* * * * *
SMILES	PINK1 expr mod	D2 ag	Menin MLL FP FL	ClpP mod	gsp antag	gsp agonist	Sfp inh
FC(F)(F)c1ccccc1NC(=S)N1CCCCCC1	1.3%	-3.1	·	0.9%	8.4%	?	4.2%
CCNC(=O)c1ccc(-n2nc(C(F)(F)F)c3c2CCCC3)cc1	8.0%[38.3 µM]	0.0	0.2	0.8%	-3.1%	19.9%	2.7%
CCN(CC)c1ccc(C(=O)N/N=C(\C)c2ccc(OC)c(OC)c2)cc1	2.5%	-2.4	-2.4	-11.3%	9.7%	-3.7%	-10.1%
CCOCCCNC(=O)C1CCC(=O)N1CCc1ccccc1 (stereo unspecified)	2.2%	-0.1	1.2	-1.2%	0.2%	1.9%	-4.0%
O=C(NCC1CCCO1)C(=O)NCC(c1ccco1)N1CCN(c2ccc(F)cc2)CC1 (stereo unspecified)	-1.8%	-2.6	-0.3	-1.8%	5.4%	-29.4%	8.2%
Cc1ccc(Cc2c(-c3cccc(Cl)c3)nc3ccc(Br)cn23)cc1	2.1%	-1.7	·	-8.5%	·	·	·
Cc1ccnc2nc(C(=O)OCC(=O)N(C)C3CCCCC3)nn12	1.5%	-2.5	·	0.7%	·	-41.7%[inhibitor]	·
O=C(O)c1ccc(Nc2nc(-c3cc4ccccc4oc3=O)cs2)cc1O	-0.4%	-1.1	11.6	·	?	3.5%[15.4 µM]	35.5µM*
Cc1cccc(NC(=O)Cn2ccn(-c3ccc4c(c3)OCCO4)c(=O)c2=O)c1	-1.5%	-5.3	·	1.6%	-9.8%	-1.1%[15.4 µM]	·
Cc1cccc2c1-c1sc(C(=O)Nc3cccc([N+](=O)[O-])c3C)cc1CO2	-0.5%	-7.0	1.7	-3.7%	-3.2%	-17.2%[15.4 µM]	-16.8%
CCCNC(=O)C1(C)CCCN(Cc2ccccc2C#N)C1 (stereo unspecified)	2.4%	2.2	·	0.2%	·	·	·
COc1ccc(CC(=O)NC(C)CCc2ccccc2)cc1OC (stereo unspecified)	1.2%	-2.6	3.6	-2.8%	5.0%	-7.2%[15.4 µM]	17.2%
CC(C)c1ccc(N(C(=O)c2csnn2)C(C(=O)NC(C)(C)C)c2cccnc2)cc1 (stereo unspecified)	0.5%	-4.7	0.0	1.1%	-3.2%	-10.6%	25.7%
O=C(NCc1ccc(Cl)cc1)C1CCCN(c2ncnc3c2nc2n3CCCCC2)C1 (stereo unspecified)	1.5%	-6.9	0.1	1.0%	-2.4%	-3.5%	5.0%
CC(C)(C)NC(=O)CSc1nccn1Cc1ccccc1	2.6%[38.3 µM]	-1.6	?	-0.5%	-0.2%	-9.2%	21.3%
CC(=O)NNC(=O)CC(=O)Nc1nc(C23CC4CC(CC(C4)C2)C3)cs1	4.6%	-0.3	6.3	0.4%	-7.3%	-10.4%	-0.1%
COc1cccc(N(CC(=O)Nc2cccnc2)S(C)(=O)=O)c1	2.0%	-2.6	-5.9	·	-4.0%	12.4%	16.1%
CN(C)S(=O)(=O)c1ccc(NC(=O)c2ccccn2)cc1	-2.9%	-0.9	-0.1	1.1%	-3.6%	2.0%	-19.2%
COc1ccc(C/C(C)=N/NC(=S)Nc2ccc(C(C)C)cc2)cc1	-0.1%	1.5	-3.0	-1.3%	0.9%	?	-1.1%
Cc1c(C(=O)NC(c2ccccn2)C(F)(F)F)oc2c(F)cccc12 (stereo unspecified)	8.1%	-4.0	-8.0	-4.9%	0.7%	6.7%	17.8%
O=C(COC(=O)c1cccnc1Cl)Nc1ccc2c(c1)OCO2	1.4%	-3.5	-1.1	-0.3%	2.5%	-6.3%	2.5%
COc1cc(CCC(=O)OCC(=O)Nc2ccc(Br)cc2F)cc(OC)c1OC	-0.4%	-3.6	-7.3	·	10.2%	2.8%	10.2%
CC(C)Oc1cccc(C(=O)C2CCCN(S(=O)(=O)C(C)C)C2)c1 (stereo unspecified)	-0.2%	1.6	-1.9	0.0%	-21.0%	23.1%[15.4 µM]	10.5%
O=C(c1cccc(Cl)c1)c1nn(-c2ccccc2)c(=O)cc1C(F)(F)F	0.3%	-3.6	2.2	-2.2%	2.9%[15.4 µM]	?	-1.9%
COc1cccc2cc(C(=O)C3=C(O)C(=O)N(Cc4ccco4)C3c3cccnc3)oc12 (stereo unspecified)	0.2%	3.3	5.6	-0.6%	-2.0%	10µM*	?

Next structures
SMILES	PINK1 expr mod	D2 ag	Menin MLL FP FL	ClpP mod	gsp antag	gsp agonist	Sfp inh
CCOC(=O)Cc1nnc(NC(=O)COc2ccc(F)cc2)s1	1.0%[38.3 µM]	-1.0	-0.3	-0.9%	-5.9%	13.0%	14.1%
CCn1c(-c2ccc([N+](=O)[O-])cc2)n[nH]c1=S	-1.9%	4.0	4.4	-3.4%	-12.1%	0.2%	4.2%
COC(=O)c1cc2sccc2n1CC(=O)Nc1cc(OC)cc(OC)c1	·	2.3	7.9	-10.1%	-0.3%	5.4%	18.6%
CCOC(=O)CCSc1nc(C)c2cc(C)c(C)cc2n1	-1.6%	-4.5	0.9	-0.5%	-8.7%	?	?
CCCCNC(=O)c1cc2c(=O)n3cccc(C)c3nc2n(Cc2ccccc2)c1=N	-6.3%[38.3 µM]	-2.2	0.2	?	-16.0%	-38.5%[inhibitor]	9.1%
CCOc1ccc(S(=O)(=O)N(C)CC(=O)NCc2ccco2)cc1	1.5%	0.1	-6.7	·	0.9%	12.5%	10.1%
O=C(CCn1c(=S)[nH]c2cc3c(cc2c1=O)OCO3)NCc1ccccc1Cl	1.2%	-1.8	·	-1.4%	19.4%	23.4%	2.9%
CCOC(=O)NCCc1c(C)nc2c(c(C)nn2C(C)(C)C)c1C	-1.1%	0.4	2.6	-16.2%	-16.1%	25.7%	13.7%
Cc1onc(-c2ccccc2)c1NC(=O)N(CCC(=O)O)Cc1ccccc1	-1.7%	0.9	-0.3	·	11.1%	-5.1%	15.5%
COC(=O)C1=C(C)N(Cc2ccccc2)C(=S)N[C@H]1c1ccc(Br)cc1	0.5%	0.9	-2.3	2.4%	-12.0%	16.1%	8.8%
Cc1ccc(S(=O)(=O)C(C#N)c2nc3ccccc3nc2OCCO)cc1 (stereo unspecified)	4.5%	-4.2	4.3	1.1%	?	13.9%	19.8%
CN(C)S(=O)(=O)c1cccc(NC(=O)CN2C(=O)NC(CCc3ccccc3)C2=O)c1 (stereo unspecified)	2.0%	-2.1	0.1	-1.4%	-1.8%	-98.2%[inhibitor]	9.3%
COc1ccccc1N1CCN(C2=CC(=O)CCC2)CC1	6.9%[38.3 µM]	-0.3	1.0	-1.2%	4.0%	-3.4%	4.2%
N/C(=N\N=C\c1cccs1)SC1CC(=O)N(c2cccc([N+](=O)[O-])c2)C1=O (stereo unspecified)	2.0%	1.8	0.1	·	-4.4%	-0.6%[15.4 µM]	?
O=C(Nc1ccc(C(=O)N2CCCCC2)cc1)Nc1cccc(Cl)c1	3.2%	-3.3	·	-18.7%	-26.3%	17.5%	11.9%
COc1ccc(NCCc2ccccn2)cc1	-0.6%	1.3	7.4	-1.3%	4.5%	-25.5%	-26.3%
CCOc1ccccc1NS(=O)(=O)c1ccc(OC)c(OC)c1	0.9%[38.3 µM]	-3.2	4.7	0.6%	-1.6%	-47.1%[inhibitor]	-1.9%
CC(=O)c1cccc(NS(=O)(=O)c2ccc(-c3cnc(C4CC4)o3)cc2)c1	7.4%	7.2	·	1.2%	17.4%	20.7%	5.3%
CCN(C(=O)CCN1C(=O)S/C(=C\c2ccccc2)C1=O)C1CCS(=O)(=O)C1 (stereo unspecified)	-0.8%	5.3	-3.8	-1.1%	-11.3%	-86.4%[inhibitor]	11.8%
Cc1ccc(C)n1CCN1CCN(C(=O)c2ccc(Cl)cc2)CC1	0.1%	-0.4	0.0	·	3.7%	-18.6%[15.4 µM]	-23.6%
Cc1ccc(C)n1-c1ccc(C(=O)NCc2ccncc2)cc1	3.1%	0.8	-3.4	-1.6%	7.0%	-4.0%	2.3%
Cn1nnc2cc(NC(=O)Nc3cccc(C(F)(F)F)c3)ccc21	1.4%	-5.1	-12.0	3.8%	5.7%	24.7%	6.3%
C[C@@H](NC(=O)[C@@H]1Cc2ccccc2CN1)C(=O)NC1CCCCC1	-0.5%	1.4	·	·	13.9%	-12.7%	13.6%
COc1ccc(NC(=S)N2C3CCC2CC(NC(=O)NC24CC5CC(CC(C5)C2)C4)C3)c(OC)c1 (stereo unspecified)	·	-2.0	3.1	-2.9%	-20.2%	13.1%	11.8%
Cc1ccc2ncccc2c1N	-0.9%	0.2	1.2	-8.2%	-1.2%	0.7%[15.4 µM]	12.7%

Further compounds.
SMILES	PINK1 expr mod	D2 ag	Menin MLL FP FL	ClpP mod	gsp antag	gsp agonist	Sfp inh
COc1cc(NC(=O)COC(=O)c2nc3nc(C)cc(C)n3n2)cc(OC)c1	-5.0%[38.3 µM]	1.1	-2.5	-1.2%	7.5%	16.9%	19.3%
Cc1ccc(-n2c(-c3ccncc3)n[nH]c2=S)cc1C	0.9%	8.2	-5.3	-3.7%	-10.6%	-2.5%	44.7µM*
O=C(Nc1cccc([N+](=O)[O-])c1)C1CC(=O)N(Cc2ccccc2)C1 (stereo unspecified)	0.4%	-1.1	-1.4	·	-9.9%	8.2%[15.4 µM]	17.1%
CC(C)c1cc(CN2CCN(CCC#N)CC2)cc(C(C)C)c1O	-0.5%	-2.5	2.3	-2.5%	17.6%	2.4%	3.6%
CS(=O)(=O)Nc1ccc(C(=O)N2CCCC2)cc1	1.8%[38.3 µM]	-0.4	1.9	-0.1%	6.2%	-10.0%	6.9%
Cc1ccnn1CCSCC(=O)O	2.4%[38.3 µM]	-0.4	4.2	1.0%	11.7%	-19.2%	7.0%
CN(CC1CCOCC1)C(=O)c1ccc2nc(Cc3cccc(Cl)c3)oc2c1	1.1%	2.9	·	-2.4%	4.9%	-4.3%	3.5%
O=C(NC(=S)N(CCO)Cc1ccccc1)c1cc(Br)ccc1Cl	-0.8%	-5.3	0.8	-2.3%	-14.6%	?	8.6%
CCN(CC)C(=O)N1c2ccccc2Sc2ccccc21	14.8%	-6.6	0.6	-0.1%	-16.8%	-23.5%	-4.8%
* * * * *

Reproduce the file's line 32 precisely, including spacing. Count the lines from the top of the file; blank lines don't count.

CCOC(=O)CCSc1nc(C)c2cc(C)c(C)cc2n1	-1.6%	-4.5	0.9	-0.5%	-8.7%	?	?